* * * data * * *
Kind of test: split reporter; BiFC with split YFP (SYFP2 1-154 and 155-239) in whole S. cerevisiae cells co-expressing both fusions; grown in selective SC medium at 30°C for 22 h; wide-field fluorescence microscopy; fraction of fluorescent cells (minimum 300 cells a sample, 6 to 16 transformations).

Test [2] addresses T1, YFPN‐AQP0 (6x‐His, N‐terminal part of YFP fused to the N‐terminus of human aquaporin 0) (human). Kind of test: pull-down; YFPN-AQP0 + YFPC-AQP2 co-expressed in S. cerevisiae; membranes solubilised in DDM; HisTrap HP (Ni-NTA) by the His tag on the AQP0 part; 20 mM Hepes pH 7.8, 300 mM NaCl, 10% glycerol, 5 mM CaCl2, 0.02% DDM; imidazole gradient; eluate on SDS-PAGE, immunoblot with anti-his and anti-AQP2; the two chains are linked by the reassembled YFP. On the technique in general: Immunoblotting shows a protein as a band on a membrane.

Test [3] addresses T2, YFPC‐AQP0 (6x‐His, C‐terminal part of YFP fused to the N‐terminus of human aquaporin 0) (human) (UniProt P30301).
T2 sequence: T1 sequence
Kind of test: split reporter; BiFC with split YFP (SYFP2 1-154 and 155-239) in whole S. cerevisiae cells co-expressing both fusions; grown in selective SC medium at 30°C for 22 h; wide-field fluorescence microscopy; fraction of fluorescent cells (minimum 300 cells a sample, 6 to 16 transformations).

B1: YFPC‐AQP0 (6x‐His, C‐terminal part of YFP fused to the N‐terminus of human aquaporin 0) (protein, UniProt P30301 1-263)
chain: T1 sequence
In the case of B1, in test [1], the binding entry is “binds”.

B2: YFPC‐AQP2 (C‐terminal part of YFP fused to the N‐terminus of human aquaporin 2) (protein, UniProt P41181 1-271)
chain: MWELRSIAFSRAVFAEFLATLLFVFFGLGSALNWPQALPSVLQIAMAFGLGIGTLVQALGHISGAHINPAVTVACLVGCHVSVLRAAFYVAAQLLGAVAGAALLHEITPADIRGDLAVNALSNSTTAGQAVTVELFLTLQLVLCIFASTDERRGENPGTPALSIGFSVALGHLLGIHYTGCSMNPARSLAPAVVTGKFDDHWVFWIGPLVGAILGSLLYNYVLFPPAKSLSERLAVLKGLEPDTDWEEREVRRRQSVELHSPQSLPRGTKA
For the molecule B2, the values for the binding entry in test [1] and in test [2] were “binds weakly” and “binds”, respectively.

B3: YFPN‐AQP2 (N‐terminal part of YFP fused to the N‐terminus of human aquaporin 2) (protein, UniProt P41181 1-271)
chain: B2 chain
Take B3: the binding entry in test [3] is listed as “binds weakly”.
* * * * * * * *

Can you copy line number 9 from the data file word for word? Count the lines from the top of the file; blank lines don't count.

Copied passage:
B2: YFPC‐AQP2 (C‐terminal part of YFP fused to the N‐terminus of human aquaporin 2) (protein, UniProt P41181 1-271)